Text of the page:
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Mongoose AL NC tip

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rrobe99999

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I got a beautiful 29mm Mongoose carbon fiber kit. The aluminum NC tip looks dangerous, which got me thinking about safety code. I think this violates rule #1. Has anyone had experience convincing their RSO to let them fly this? Our club is pretty laid back, but I don't want to cause trouble. I know that I can fly this safely, but I ceratainly don't want people to think I am putting them at risk with this rocket. I would like to hear opinions and experiences from flyers of Mongoose rockets with AL NC tips.

Russ Roberts
TRA 11925 L2
 

troj

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I got a beautiful 29mm Mongoose carbon fiber kit. The aluminum NC tip looks dangerous, which got me thinking about safety code. I think this violates rule #1. Has anyone had experience convincing their RSO to let them fly this? Our club is pretty laid back, but I don't want to cause trouble. I know that I can fly this safely, but I ceratainly don't want people to think I am putting them at risk with this rocket. I would like to hear opinions and experiences from flyers of Mongoose rockets with AL NC tips.
29mm Mongoose? Did you get a Blackhawk, or something else? My Blackhawk came with an all-composite nose, but my Mongoose 54 has an aluminum tip.

This is done because the mold for narrow nosecones like this result in nothing but gelcoat or similar material at the tip, which is easily broken. My going with an aluminum tip, it solves this.

If you truly have a 29mm, and an aluminum tip is an issue, I've not yet done any modifications (such as gluing in retention/electronic mounts/etc) to mine and would be willing to swap with you, if you'd like.

-Kevin
 

sandmantoy

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I don't think it will make a difference in the catastrophe you might be thinking of. I am sure a one pound nose weight of BB's in a nose cone that you can't see will have the same amount of destruction but being a concern is good for keeping ones mind focused on safety.
 

bobkrech

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IMO if you are going to spend money on a CF NC, use high temperature epoxy and you won't need an aluminum tip. The ablation temperature of high temperature epoxy (filled with chopped carbon fiber for strength) is higher than the melting point of aluminum, and it's lighter as well.

Bob
 

Chrisn

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Whats the difference between an Al nose cone tip, or a plastic or fiberglass nose cone filled with lead weight. I would not want to be hit by either.
 

Kaycee

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In the event of a lawndart, I really don't think it would matter if the nose cone is balsa, basswood, fiberglass, graphite, carbon fiber, or any of the above with an aluminum tip. Much damage will be the result.

I have a Mongoose 75, and the thought of the tip being more dangerous than without has never entered my mind.


Getting the rocket back though, now that's another thing!
 
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troj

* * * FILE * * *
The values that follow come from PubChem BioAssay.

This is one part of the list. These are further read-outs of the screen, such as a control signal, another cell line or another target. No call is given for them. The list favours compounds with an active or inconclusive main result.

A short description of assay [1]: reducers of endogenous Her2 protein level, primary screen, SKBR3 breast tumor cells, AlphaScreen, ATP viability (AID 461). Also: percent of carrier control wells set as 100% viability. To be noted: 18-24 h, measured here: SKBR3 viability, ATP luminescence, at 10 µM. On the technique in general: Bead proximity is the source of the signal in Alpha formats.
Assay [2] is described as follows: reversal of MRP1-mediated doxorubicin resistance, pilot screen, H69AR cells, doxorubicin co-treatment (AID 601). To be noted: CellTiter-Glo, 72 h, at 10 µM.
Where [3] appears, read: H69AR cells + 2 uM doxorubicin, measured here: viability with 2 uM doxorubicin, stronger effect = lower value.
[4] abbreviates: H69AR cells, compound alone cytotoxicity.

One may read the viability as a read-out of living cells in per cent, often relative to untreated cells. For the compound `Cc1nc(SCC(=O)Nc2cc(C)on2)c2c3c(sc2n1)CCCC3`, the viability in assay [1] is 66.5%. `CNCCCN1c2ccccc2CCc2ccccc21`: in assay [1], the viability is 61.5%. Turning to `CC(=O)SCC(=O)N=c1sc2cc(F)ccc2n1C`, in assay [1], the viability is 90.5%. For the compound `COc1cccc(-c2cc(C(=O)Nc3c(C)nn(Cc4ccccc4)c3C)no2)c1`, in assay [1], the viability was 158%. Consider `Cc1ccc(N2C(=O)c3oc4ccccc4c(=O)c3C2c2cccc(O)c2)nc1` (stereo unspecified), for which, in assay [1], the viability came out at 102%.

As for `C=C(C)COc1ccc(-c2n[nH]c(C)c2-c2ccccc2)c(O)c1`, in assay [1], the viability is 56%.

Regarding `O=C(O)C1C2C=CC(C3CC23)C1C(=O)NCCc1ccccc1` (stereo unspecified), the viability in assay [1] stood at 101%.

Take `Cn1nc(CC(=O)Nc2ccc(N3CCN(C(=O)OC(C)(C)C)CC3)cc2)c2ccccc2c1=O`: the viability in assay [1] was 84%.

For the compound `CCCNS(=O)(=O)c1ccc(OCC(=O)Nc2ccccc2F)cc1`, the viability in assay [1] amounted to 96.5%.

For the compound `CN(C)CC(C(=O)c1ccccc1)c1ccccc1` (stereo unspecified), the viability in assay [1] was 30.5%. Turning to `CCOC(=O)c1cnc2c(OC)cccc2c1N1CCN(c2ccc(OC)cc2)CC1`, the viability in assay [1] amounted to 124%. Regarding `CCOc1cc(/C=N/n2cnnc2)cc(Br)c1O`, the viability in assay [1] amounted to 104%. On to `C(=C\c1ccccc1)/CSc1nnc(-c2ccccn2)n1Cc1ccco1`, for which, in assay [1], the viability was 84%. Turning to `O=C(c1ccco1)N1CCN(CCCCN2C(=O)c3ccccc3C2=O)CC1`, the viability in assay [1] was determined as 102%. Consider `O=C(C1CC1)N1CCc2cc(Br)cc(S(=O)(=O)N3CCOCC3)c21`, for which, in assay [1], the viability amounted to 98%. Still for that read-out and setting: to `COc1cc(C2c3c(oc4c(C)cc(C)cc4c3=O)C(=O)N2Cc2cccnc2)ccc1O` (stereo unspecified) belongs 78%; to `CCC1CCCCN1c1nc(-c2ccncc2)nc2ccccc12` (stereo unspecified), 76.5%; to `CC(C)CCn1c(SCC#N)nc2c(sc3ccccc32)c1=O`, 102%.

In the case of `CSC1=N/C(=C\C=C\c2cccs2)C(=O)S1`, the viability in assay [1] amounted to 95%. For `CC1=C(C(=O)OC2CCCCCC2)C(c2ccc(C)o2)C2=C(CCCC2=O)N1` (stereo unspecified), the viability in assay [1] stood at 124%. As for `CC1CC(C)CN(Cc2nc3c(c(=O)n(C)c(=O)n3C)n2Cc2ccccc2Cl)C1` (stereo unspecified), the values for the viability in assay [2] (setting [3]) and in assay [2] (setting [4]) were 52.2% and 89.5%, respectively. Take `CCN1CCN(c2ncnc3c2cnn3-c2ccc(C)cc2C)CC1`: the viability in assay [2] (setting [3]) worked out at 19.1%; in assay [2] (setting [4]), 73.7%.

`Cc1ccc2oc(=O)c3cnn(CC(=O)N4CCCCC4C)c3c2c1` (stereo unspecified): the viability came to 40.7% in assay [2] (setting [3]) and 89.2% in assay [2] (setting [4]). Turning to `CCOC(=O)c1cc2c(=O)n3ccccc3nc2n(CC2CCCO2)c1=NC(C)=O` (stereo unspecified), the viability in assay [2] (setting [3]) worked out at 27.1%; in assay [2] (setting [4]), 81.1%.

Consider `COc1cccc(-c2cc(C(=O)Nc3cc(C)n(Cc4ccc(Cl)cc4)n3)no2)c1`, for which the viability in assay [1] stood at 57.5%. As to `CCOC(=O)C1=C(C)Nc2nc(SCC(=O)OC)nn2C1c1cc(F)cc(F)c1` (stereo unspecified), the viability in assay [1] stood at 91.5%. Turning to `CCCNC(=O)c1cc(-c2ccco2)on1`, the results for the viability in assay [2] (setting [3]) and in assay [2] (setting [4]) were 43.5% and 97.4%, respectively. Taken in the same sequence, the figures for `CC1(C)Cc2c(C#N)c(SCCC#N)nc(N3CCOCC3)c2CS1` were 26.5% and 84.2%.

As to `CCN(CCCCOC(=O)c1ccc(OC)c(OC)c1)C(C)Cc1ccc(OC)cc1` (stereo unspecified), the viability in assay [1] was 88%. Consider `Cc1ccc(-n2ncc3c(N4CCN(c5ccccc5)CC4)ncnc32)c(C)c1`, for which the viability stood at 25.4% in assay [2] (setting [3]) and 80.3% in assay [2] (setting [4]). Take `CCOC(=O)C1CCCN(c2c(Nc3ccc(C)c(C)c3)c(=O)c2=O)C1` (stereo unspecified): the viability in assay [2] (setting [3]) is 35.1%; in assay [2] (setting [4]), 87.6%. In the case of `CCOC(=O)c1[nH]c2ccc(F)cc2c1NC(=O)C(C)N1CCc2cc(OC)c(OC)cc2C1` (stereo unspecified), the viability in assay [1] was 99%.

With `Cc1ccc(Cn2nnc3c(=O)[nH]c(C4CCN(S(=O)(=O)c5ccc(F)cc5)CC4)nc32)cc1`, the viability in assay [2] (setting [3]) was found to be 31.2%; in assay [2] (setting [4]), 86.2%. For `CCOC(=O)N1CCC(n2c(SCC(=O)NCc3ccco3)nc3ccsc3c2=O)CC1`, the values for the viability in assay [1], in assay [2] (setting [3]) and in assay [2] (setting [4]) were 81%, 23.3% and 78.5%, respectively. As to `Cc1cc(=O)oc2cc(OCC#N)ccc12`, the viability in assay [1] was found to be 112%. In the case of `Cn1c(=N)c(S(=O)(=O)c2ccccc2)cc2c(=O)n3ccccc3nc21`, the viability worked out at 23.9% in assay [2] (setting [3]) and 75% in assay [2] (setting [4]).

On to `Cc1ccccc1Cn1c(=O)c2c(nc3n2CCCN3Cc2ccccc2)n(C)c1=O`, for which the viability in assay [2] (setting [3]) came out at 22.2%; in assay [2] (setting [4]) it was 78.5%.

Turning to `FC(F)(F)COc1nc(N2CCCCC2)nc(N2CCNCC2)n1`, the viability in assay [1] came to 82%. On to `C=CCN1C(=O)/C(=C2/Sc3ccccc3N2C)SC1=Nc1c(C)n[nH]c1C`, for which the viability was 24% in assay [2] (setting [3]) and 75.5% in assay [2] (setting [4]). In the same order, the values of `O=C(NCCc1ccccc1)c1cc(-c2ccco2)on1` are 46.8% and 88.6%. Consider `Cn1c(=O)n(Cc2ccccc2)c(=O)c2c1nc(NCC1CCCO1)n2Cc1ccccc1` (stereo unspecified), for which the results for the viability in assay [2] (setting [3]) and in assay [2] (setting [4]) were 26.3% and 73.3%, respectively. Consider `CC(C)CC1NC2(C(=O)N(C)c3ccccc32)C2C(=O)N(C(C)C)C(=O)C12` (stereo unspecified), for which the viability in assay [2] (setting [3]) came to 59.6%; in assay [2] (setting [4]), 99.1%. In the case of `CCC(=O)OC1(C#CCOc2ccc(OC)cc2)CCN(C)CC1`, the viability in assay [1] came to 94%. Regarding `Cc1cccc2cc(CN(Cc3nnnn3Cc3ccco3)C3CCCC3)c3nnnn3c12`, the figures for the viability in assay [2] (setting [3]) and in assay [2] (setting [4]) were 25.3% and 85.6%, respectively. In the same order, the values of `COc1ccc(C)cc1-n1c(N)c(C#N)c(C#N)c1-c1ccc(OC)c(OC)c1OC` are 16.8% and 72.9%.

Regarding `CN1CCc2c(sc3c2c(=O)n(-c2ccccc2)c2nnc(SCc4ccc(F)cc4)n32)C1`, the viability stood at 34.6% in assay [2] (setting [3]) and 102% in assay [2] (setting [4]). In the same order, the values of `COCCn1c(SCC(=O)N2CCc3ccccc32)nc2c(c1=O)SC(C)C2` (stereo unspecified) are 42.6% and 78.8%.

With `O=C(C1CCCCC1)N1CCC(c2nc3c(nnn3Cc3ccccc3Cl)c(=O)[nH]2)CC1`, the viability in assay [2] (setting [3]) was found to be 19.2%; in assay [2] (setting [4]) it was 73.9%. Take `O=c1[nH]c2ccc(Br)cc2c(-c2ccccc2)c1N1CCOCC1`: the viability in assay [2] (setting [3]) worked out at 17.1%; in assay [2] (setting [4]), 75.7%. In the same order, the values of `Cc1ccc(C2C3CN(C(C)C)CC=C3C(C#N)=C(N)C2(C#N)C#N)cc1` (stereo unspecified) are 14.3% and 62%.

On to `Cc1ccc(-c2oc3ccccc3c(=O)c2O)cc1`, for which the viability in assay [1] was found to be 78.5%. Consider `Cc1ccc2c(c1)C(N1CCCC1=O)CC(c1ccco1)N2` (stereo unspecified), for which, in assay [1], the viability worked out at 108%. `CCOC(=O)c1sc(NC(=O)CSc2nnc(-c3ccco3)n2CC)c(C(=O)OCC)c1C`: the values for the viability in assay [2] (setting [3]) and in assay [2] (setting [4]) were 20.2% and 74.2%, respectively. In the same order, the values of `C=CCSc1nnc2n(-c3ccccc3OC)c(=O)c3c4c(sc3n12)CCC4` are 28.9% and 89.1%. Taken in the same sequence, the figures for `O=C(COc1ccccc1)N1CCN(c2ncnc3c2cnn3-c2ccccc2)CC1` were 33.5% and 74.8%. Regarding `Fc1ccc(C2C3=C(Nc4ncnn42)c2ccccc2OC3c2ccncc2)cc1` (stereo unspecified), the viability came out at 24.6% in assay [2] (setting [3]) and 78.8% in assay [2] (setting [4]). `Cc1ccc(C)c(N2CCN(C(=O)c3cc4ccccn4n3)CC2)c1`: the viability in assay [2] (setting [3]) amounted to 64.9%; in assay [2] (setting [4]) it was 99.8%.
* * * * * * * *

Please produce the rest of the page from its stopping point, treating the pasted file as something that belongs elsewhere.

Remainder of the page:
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IMO if you are going to spend money on a CF NC, use high temperature epoxy and you won't need an aluminum tip. The ablation temperature of high temperature epoxy (filled with chopped carbon fiber for strength) is higher than the melting point of aluminum, and it's lighter as well.
It's not an ablation thing, as far as I know, but rather an issue that a narrow tip, whether epoxy or gelcoat, will break very easily if the rocket is knocked over.

My understanding is the switch was made to aluminum tips to prevent that problem.

-Kevin
 

rrobe99999

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I chose to get the AL tip as an option on this kit mostly because it looks cool, but also because the conical tip would likely break if made of graphite liek the rest of the NC. This kit looks identical to the Blackhawk. But now that I have the kit, I am wondering if my RSO will consider this a violation of rule #1. I guess I am just trying to prepare with a good argument if needed. I think the comparison to a FG NC with filled with lead might work.
 

sandmantoy

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Yeah, I would not worry about it you are not the first to fly one of these and there has not been any problems anyway. It would not cause any more or less damage with the little aluminum tip. You would need more power more mass and something harder than aluminum to be a menace ;)

Just take your time and build it nice, remember the crowd is hoping you are looking out for them too. :eyepop: :y: :shock: :eek: :jaw:
 

JimJarvis50

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It's not an ablation thing, as far as I know, but rather an issue that a narrow tip, whether epoxy or gelcoat, will break very easily if the rocket is knocked over.

My understanding is the switch was made to aluminum tips to prevent that problem.

-Kevin
A few weeks ago, I got my latest 54mm Performance nosecone. The box was crushed and about 1" of the tip was broken off (naturally). As an experiment, I'm trying to reproduce the tip using some Cotronics glue. Last night, I formed a cone with some mylar over the top of the cone and filled it with the Cotronics and a little milled glass. When I get home tonight, I'll unwrap it and see how it turned out. I figure it's about 50/50 to make this work.

Jim
 

cjl

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Honestly, it shouldn't do any more damage if it comes in hard than a CF or fiberglass cone would. I don't really see why there would be a problem. I know that if I were RSO, I'd let it through just fine.